Can a man who serves his poker buddies a choice of green or brown sandwiches with warm Coke find happiness with a man who trims the crust from his lightly toasted b.l.t. creations, accompanied by a cold beer? The answer is a Duncan Hines Unseal of Approval, but Oscar Madison and Felix Unger, both divorced friends, give it an Olympic try.


Oscar Madison is sloppy and scattered and wallows in a pigpen of an apartment, all eight rooms of it. Felix Unger is fastidious and organized and a neatnik. What brings both men together under one roof is the genius of Neil Simon and his classic comedy “The Odd Couple.”


Connecticut Repertory Theatre on the campus of the University of Connecticut will be setting up a playpen for the pair until Sunday, July 22 as “The Odd Couple,” under the capable direction of Vincent J. Cardinal, takes to the stage. Turn the clocks back to 1966 and sit down at the poker game where Felix Unger, immaculately portrayed, with buttoned down perfection, by Pat Sajak lands on the doorstep of his good friend Oscar Madison, comfortably and casually expressed in a teddy bear persona by Joe Moore. When Felix announces his wife Frances has asked him to leave home permanently, Oscar proposes he move in to prevent Felix’s suicide threats from becoming real.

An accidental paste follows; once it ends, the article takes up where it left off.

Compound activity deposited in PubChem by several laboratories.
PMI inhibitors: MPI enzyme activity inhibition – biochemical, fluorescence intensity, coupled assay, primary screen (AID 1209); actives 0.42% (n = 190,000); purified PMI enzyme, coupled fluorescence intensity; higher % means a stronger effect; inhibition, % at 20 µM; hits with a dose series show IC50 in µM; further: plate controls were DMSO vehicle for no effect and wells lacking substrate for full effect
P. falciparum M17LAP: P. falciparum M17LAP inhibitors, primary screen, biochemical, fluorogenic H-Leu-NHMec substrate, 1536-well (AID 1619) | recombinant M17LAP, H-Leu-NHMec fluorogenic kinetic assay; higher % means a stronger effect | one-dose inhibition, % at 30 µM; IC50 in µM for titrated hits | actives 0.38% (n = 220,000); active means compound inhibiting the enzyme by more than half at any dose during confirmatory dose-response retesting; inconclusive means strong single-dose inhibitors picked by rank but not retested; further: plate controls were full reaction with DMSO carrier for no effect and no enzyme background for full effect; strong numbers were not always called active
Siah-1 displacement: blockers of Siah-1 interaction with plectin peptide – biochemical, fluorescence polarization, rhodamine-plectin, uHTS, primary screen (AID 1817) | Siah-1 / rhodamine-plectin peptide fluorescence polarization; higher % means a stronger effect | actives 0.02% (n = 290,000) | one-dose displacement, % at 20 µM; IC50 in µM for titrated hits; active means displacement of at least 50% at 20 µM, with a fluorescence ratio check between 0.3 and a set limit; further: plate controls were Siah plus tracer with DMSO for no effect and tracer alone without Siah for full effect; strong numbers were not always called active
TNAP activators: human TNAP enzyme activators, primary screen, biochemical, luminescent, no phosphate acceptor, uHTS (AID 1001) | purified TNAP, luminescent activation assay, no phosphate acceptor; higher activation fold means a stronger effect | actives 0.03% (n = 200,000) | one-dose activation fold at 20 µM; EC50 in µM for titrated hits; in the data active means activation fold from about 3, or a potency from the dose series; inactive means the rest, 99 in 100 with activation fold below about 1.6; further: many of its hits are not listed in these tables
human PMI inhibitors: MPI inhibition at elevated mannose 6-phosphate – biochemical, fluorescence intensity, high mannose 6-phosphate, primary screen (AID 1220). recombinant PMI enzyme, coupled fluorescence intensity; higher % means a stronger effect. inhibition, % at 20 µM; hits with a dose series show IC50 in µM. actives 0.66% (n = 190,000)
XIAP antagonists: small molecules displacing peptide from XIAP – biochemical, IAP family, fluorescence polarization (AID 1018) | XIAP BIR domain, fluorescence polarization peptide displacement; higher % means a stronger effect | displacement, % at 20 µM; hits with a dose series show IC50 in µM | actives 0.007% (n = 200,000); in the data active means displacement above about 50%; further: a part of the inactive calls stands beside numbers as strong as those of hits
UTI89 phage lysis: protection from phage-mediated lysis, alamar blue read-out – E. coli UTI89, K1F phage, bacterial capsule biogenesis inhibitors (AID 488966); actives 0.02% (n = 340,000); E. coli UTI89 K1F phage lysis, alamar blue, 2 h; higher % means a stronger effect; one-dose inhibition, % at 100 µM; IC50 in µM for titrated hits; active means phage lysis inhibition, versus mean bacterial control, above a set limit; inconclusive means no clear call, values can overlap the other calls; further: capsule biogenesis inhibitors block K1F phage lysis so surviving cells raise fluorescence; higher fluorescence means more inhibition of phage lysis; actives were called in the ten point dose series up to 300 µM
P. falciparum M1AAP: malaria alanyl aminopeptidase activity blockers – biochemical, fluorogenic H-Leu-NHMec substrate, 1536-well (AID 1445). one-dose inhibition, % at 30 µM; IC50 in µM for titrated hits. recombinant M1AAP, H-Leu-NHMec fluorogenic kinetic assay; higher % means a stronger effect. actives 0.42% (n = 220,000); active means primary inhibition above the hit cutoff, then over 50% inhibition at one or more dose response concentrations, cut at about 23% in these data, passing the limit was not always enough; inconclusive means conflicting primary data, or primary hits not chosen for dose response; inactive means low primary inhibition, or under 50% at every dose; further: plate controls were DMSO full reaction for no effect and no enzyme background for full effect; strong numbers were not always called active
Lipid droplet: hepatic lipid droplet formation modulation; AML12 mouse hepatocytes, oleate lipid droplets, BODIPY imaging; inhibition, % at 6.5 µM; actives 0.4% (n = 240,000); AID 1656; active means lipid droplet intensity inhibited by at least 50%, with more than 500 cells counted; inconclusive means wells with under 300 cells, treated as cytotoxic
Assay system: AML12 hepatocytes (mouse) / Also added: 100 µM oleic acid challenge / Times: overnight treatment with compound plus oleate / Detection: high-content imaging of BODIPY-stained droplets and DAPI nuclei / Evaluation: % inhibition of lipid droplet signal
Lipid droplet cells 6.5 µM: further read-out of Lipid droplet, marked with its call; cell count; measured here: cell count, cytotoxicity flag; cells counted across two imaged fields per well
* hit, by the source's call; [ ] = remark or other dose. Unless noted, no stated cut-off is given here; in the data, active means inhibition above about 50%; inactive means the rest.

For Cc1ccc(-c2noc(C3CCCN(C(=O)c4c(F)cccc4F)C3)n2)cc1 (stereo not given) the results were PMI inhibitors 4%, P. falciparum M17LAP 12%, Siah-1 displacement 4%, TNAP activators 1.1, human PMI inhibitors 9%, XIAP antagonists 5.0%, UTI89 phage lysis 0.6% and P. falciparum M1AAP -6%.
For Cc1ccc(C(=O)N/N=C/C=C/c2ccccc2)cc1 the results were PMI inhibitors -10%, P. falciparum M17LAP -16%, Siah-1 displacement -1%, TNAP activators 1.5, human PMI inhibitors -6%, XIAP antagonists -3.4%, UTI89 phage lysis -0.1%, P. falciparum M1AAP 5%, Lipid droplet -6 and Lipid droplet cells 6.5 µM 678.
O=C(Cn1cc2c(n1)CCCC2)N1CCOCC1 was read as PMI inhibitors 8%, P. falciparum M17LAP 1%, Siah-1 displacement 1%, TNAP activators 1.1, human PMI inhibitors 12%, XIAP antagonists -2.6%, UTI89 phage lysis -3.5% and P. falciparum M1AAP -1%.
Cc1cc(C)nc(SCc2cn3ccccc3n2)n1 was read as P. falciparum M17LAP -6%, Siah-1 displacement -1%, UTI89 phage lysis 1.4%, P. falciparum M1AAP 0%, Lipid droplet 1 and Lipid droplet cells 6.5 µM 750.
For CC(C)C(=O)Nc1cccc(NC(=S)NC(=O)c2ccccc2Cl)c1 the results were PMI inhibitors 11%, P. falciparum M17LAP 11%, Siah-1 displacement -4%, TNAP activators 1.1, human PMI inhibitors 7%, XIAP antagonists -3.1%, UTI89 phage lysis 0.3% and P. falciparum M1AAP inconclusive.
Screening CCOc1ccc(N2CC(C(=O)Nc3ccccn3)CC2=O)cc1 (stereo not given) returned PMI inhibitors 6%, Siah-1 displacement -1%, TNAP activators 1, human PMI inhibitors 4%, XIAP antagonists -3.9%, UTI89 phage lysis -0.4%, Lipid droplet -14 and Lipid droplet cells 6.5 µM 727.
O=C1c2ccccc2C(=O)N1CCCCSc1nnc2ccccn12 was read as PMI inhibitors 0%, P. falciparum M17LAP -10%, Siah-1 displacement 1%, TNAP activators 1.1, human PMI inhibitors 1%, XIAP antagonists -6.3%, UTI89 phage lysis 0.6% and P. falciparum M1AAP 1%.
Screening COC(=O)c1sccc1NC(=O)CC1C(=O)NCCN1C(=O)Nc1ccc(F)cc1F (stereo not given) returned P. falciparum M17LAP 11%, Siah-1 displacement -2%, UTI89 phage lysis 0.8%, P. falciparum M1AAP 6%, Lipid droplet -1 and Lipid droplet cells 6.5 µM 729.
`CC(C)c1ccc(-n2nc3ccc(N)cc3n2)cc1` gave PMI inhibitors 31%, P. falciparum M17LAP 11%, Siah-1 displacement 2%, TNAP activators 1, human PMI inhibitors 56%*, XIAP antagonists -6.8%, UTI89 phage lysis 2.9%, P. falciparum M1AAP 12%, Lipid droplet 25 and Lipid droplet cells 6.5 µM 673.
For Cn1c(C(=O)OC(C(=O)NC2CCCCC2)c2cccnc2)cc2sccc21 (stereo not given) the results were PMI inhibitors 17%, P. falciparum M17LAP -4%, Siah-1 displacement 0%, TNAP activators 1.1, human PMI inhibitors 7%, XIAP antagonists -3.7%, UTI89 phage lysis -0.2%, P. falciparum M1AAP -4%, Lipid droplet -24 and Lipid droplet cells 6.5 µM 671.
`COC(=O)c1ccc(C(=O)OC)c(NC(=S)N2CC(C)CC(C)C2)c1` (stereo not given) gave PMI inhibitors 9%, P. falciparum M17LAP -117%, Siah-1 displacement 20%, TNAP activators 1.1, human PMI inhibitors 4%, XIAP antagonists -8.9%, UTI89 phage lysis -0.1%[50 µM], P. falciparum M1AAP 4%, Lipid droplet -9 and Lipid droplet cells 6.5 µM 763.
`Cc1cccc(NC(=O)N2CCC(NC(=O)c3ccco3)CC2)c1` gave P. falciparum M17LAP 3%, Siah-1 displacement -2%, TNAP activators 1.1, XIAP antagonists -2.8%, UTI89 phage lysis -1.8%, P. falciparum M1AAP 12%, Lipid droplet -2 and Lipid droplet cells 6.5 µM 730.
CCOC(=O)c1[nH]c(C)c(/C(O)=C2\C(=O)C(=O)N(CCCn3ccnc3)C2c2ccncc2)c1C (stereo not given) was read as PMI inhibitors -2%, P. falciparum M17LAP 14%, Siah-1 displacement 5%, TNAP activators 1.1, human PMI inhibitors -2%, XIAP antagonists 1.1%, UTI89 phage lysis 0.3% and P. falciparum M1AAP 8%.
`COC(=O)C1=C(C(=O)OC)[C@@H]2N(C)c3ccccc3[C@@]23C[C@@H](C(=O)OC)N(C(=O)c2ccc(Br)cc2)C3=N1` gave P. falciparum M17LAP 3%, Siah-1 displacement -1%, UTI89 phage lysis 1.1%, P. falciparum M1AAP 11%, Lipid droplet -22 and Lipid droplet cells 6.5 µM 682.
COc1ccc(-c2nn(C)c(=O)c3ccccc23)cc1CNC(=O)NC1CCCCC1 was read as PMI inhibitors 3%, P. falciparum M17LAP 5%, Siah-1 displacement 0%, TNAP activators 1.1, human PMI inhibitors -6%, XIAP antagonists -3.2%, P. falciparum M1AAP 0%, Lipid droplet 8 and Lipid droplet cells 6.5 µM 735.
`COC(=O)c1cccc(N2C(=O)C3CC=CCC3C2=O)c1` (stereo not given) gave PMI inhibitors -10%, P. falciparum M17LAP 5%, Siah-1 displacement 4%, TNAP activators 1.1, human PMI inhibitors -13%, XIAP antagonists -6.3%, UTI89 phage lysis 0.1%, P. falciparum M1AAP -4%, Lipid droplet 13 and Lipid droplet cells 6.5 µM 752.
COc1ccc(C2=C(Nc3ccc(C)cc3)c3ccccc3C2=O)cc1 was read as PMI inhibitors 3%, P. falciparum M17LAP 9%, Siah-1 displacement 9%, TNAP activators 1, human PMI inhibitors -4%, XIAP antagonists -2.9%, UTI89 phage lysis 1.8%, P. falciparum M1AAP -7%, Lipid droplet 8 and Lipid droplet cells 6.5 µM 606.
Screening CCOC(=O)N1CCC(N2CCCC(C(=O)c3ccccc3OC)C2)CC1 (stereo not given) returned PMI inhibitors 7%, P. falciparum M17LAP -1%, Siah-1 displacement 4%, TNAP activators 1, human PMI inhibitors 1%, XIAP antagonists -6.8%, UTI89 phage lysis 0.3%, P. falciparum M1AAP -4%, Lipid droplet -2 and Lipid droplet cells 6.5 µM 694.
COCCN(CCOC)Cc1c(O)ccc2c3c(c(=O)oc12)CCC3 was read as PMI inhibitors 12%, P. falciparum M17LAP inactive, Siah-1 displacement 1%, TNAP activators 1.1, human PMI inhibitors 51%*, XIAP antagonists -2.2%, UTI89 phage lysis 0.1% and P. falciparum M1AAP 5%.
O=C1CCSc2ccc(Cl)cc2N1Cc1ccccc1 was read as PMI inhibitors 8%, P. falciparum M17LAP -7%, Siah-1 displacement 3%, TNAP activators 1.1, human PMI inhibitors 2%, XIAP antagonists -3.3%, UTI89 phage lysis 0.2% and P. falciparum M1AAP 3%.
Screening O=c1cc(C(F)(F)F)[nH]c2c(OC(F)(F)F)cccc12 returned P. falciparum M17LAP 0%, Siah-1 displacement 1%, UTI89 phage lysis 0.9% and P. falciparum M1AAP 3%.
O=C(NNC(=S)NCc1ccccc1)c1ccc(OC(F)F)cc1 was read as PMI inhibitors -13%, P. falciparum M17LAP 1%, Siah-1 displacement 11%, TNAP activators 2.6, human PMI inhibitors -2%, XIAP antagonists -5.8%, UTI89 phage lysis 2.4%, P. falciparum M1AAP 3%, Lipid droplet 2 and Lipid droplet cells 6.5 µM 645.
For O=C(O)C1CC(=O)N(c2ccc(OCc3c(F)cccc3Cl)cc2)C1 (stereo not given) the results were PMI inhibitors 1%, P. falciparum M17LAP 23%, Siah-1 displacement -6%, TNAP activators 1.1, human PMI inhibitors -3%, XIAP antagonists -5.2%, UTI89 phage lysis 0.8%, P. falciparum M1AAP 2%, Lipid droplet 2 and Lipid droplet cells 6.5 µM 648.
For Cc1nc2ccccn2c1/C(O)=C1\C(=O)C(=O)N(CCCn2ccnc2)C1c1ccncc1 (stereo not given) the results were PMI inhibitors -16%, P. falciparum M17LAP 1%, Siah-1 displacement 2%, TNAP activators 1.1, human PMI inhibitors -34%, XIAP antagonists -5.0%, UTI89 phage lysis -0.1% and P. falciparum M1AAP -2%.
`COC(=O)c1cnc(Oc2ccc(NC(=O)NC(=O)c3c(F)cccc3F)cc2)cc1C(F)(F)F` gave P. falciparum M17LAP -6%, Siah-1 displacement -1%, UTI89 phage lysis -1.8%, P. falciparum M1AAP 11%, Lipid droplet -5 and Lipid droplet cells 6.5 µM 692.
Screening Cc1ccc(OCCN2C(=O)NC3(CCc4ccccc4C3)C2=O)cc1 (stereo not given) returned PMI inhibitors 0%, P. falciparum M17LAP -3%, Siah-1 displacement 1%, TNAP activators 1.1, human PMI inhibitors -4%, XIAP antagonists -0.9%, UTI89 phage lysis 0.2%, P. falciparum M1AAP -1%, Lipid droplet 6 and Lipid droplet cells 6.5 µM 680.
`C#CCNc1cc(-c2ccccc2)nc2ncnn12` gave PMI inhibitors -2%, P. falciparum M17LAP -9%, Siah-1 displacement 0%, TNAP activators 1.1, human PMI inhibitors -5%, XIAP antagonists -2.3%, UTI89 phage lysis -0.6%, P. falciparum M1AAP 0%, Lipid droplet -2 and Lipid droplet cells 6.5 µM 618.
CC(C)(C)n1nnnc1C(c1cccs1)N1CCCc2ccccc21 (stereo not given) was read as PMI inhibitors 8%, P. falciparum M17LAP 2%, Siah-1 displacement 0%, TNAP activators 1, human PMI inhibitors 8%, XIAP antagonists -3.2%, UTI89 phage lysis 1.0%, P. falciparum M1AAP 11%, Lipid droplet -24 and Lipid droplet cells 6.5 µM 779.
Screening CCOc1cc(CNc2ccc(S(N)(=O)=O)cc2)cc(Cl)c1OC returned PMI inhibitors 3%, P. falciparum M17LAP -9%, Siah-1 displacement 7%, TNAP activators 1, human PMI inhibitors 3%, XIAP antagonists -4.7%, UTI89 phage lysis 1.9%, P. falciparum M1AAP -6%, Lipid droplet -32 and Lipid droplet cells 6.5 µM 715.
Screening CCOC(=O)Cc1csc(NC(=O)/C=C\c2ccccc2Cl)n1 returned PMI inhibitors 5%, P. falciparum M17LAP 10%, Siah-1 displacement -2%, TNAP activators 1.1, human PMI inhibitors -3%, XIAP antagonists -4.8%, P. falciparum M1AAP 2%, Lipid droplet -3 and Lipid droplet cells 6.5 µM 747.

What makes this version so wonderful is that Sajak and Moore are real friends, back to the days when they were Army pals and they have maintained that close relationship, and also that Pat Sajak has been entertaining us for decades as the genial host of “Wheel of Fortune.” Moore has spent years as a TV news anchorman which corresponds to his character’s career as a sports journalist. Both men are clearly having fun with their on stage bantering.


What seems on the surface to be ideal, with Felix sharing 50% of the costs¬† and 100% of the housekeeping duties, so Oscar can finally catch up on his child support payments, soon turns into an ugly war of Pledge and Lysol. All the “improvements” which Felix has wrought turn into “annoyances” for Oscar to find fault with and complain about and become reasons enough to drive each other crazy. When Oscar calls Felix’s ladle a spoon, it’s a cause for a duel at high noon.


The weekly poker game with Speed (Brad Bellamy), Murray (Murray Rubenstein), Roy (David Alan Stern) and Vinnie (Patrick Kerr) soon bites the dust, if there were any dust.¬† The Pigeon sisters are adorably supportive in the hands of Liz Larsen and Kathleen McNenny and give the bachelors new material to argue about with delightful consequences and crying towels. Michael Anania’s apartment set is a great location for the domestic quarrels.


For tickets ($32-45, children $10), call the Connecticut Repertory Theatre, 2132 Hillside Road, Storrs at 860-486-2113 or online at www.crt.uconn.edu. Performances are Tuesday -- Thursday at 7:30 p.m., Friday at 8 p.m., Saturday at 2 p.m. and 8 p.m. and Sunday at 2 p.m.


Check in with Oscar and Felix before Felix has a nervous breakdown or Oscar kills him as they drive each other crazy in the name of brotherhood, bachelorhood and friendship.

* Contact Us * Designed by Rokoco Designs * © 2008 CCC *